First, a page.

Crew Foreman Dies Due to Electric Arc from Power Line
The National Institute for Occupational Safety and Health (NIOSH), Division of Safety Research (DSR) is currently conducting the Fatal Accident Circumstances and Epidemiology (FACE) Project, which is focusing primarily upon selected electrically-related fatal injuries and confined space fatalities. By scientifically collecting data from a sample of fatal accidents, the FACE will identify and rank factors which increase the risk of fatal injuries for selected employees.
On November 28, 1984, an electrical line construction company foreman died from electrical and thermal burns which were caused by an electric arc.
Subsequent to a request for technical assistance from the State Occupational Safety and Health Administration, a DSR research team, consisting of an occupational health nurse and a safety engineer, assisted in evaluating the incident. The State OSHA compliance officer provided the team with a briefing of the circumstances of the incident and introduced the team to the employer. The employer provided more facts concerning the incident and also provided information regarding the following: employer's organization, safety program, number of employees, responsibilities for safety, courtesy copy of the employer's safety manual, review of past injuries within the company, names of witnesses to the incident, names of cohort occupations and employees, and examples of the pieces of equipment which the crew was using on the day of the incident.
Work at the incident site had been completed. Therefore, the team did not survey that particular site. The employer informed the team that a similar activity was being performed at another location and invited the team to survey the new site since it would exemplify the work activities and hazardous exposures.
Synopsis of Events
The employer had contracted with a local utility company to relay some existing lines and add new wire to the system. On the day of the incident, the crew was in the process of performing this work. Refer to figure for layout of the incident work site. The existing span, which had to be moved, was between poles numbered 1 and 3. It consisted of three individual 7200 volt AC lines. These three lines had to be cut and moved to form spans 1 to 2 and 2 to 3. The crew had already moved two of the three lines to pole number 2. The victim was working from an aerial lift device while dead-ending the third span conductor between poles number 1 to 2 (conductor C in Figure). The conductor was attached to the cross arm by a wire grip and come-along. The dead-end of the conductor was to be attached to a dead-end insulator device. However, the conductor was too long for the span and could not be properly attached to the dead-end insulator device, because the wire grip was too close. In the process of correcting this condition, an electric arc occurred which caused the victim's clothing to catch fire. The crew lowered the aerial lift device to its lowest point and had to rig a hoist line to remove the victim to the ground. The victim was transported to a nearby hospital by rescue squad for emergency treatment and was later transferred to a specialized burn center where he expired the following day. The medical examiner's probable cause of death was identified as electrocution and severe burns.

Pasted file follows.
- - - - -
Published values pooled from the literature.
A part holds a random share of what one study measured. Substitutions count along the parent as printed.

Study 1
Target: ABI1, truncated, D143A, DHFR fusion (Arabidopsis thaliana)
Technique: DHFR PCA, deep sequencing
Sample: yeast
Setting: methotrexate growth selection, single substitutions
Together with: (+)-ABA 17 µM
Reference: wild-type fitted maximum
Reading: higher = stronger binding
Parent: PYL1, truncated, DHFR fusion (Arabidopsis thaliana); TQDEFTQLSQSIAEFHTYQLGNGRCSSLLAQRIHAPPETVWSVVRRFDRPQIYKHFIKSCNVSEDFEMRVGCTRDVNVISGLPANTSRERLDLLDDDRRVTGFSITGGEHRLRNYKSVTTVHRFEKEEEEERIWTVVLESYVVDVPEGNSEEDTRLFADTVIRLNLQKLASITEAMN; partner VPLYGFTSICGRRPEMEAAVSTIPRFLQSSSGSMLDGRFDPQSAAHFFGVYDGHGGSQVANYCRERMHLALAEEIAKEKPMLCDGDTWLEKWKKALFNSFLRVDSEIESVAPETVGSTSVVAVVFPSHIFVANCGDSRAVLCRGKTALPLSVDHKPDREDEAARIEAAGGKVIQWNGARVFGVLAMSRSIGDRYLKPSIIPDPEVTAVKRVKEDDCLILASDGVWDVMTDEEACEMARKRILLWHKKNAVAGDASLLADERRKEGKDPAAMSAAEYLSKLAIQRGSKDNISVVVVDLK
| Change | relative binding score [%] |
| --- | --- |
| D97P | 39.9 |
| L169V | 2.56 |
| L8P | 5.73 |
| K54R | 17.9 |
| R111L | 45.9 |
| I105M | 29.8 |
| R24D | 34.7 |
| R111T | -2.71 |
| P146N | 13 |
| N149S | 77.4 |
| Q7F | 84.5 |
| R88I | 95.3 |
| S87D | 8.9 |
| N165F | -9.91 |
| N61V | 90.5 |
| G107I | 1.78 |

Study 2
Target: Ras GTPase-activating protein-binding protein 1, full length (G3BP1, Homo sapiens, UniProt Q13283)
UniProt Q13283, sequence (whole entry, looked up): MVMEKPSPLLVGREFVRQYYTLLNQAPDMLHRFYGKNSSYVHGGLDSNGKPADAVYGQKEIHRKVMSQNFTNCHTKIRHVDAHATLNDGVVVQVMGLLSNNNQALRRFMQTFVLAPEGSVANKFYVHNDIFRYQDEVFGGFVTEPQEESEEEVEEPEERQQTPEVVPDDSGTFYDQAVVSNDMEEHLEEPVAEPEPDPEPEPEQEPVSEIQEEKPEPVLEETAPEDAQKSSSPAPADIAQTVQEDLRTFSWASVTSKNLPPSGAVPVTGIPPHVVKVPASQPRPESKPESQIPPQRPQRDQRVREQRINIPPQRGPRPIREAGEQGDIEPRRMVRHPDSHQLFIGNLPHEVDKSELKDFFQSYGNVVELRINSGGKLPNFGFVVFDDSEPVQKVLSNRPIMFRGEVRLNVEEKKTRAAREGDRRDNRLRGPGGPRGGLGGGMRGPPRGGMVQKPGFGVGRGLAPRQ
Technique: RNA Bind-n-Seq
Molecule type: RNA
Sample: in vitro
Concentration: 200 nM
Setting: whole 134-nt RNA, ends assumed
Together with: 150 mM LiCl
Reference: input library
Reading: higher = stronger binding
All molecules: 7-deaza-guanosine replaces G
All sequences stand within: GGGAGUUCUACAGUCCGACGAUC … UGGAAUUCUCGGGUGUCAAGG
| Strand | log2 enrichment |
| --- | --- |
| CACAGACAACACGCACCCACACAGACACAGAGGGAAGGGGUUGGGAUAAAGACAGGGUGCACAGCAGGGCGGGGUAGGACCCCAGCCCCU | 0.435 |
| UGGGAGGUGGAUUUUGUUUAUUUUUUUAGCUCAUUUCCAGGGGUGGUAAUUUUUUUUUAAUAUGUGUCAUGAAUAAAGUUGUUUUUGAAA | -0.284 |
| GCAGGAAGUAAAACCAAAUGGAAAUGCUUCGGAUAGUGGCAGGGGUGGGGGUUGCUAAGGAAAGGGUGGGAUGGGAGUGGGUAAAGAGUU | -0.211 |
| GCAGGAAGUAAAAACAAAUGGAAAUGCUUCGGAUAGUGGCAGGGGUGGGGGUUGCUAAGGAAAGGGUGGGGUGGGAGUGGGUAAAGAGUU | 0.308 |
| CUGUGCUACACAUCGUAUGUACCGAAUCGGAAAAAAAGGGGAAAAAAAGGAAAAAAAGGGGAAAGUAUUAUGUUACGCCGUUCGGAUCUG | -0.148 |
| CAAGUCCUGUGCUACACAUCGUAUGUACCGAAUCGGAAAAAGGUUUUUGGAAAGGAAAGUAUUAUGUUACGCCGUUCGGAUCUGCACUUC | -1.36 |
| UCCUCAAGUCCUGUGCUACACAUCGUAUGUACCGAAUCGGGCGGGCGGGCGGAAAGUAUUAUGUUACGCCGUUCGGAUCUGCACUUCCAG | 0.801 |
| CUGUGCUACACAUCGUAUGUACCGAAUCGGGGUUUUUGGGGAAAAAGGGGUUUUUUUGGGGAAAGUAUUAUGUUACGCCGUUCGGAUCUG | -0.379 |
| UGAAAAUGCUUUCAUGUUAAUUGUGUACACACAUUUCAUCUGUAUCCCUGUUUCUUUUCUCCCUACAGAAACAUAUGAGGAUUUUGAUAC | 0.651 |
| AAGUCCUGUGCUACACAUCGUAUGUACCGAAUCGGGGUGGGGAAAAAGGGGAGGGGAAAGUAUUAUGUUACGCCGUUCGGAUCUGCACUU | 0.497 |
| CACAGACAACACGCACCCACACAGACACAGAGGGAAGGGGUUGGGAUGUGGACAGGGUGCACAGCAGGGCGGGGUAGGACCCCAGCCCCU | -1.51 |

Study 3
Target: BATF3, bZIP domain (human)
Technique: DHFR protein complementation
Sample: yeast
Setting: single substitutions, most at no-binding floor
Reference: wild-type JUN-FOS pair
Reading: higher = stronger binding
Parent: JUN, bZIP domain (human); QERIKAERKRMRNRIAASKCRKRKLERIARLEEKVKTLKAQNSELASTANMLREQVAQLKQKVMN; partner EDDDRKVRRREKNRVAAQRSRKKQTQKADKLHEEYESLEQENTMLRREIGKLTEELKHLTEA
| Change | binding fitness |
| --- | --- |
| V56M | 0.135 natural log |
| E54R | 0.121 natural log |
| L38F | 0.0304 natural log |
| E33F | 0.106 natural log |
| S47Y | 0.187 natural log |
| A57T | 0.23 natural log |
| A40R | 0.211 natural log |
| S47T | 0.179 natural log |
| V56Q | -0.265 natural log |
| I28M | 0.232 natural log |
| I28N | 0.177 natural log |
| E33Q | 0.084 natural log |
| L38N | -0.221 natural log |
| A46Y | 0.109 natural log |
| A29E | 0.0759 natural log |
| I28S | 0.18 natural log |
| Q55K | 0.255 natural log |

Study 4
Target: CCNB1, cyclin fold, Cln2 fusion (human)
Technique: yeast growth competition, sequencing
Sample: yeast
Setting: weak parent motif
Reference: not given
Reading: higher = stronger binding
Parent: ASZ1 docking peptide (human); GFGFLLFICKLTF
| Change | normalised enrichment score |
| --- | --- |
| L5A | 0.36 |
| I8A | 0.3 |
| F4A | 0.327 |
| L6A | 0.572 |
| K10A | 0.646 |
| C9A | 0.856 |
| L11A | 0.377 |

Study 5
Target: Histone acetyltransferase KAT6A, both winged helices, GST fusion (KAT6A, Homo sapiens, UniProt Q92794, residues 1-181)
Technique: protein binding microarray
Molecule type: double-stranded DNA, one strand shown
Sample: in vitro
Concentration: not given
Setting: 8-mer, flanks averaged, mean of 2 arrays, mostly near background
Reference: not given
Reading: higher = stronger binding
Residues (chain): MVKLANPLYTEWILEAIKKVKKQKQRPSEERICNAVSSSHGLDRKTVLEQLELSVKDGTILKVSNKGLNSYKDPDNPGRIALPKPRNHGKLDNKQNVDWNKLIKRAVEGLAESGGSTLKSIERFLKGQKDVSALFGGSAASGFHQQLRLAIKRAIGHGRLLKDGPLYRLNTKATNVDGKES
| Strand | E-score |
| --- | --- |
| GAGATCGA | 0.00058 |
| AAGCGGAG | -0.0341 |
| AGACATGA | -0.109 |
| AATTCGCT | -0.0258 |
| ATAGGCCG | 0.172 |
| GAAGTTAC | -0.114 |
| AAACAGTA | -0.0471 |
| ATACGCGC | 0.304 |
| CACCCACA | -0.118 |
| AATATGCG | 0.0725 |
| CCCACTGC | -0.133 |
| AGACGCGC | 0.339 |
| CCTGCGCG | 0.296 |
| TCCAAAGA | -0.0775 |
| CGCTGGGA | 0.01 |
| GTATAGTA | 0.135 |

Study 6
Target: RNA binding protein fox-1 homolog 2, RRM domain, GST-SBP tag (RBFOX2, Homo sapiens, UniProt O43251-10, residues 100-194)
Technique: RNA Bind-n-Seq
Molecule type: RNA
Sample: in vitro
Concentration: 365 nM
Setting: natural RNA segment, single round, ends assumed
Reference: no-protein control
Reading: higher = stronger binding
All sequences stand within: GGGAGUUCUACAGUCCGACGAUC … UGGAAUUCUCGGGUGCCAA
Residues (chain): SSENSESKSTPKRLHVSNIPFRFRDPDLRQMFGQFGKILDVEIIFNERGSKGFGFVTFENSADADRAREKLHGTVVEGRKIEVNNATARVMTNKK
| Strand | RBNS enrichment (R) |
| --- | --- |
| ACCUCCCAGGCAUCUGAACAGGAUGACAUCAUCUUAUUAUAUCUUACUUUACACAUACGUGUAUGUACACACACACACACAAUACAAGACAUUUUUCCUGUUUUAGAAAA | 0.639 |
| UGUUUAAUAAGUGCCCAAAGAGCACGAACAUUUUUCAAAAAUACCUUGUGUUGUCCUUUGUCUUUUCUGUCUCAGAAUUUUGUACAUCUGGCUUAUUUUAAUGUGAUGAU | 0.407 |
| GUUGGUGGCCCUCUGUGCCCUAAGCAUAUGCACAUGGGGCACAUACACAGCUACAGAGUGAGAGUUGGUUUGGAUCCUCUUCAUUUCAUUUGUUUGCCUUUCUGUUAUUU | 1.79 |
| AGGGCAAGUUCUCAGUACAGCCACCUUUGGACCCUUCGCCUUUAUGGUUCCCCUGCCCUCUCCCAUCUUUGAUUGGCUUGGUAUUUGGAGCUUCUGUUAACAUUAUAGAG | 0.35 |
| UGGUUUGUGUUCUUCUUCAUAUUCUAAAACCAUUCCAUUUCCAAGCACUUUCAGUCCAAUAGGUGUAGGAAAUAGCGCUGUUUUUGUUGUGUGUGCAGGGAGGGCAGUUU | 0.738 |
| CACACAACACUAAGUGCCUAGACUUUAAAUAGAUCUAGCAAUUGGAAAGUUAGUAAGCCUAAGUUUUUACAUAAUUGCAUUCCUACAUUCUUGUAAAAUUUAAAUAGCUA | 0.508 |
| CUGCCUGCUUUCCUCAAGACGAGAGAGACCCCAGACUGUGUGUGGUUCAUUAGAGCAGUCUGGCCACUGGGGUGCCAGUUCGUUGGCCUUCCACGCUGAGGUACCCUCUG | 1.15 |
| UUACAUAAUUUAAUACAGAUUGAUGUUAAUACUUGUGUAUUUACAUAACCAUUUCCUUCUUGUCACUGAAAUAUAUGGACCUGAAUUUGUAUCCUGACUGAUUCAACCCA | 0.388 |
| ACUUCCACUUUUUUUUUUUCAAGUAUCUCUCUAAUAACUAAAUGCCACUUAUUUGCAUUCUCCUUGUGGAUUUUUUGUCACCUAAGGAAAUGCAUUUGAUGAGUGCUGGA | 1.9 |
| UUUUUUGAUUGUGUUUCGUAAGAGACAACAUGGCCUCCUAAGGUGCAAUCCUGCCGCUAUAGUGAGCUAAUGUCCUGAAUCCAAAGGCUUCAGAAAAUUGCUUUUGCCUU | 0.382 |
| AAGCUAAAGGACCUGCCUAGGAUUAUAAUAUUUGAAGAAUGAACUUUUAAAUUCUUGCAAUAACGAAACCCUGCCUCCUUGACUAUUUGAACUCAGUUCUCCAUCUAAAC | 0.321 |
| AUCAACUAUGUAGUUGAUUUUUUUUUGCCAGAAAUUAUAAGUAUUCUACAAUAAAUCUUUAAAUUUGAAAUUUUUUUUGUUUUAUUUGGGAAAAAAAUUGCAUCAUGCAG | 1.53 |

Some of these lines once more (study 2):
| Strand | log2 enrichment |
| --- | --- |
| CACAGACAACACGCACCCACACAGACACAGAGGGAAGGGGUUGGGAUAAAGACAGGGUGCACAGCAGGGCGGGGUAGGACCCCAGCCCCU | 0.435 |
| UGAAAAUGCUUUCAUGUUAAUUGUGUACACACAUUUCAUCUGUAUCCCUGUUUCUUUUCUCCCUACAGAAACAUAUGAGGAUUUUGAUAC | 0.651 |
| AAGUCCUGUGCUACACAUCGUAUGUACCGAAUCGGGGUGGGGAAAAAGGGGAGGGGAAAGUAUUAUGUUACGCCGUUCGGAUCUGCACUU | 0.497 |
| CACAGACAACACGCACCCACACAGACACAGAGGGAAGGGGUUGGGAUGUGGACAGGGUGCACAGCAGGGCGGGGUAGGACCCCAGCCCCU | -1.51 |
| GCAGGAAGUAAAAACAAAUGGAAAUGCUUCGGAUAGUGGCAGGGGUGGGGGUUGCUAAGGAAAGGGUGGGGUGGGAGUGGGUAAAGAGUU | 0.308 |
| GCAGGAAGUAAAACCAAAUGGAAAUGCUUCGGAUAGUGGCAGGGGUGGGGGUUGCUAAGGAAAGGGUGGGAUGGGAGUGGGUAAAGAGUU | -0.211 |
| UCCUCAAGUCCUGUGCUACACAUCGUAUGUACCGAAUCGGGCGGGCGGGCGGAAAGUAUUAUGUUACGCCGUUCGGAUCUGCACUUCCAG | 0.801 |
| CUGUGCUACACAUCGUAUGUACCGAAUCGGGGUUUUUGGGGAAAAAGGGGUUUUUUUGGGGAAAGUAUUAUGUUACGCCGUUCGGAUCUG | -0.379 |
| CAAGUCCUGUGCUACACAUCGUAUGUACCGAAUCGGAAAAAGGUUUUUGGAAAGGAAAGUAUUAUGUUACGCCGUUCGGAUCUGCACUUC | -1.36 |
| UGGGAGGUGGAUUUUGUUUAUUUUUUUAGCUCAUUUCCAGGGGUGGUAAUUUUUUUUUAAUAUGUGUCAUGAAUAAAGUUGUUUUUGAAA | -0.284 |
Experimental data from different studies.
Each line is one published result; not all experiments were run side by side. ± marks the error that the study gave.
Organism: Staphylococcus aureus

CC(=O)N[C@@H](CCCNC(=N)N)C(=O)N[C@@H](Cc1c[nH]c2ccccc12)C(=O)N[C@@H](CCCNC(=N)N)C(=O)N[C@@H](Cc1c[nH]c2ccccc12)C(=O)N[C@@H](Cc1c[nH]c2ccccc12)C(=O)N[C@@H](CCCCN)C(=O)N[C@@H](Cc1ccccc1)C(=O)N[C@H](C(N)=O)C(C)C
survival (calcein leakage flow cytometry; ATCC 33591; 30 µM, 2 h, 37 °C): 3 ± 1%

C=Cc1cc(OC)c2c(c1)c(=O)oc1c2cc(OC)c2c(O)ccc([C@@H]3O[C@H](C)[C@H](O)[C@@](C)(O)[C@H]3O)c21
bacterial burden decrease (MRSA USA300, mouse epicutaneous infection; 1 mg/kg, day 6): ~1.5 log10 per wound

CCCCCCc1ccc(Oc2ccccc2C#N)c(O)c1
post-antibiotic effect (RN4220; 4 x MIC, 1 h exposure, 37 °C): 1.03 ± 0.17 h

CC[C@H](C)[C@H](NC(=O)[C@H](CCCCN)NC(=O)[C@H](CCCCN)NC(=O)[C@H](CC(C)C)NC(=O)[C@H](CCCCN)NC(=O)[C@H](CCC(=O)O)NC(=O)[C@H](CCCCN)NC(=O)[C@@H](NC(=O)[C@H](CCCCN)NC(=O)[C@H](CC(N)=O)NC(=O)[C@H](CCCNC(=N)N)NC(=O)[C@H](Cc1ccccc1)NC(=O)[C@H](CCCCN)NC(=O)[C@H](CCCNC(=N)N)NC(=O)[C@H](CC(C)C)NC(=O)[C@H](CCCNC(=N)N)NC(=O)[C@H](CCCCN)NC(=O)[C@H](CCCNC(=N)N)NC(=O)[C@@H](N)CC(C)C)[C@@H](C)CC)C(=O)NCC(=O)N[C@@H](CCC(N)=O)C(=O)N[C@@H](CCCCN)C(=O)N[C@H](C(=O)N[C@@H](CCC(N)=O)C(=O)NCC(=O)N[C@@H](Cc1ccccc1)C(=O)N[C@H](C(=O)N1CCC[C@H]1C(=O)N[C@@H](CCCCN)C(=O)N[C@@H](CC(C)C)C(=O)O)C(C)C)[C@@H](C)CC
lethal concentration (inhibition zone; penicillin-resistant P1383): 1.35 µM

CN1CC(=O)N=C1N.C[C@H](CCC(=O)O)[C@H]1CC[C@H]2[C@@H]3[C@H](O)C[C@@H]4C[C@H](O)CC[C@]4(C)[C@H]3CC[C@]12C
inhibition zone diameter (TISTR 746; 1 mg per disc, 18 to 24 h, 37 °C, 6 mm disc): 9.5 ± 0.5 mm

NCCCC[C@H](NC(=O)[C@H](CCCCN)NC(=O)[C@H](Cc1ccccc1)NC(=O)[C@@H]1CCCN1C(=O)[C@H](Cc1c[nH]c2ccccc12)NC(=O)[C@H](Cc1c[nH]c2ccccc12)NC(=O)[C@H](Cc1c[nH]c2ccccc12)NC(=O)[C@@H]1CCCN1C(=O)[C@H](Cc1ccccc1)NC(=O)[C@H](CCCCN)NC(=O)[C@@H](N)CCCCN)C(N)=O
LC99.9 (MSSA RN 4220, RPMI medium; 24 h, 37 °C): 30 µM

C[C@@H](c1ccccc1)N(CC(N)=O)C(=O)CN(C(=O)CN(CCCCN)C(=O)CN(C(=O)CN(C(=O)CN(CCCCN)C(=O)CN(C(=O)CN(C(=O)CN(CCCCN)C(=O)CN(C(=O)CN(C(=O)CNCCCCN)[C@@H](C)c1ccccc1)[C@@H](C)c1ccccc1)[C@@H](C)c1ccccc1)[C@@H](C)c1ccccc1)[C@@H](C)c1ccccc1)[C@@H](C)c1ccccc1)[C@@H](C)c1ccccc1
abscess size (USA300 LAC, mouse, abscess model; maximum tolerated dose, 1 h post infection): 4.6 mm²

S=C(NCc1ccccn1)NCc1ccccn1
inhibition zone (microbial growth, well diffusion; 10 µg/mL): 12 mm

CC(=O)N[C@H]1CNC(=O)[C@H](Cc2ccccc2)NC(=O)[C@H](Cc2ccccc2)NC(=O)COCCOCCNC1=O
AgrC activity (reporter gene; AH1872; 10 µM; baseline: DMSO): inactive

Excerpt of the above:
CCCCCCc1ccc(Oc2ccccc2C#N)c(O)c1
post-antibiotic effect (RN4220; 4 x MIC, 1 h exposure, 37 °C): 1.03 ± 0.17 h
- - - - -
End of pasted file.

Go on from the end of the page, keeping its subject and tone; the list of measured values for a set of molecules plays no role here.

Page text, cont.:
General Conclusions and Recommendations
It is concluded that the electric arc occurred while the victim was preparing to move the wire grip on the conductor so the span end could be attached to the dead-end device. The arc occurred as a result of either the victim moving the conductor causing the wire grip clevis to contact the unguarded guy wire or the victim was working between the conductor and guy wire and inadvertently came in contact with both at the same time.
The following factors contributed to this fatal incident:
1. The work had to be performed on conductors energized at 7200 volts AC. The contract required that customer service could not be interrupted.
2. All conductors within six feet of the work area were not covered with insulators as required by written company safety practices.
3. The victim was not wearing rubber sleeves as required by written company safety practices.
4. The placement of wire grips on the original span conductor was in error causing one wire grip to interfere with proper dead-ending of the span.
5. Foremen had responsibility for enforcement of company safety practices in the field. The company relied upon the foremen to implement the safety practices and rarely observed field activities for compliance.
6. The foreman was performing tasks not required by his position.
7. The crew worked ten-hour shifts and the incident occurred approximately 8 1/2 hours into the shift.
Recommendation: Upper management should observe the field crew safety practices more frequently. Foremen should be held accountable for implementation of written company safety practices.
Recommendation: All energized or grounding conductors within the work area should be protected by insulating materials as required by written company safety practices.
Recommendation: All crew members should wear the protective clothing and equipment as specified by written company safety practices.
Recommendation: When cutting a span into critical lengths, tape measurements should be made by the ground crew and marked for the aerial workers, or use of other measuring methods should be tried. Optical measuring devices are available and should be practical for use by workers in aerial lift devices.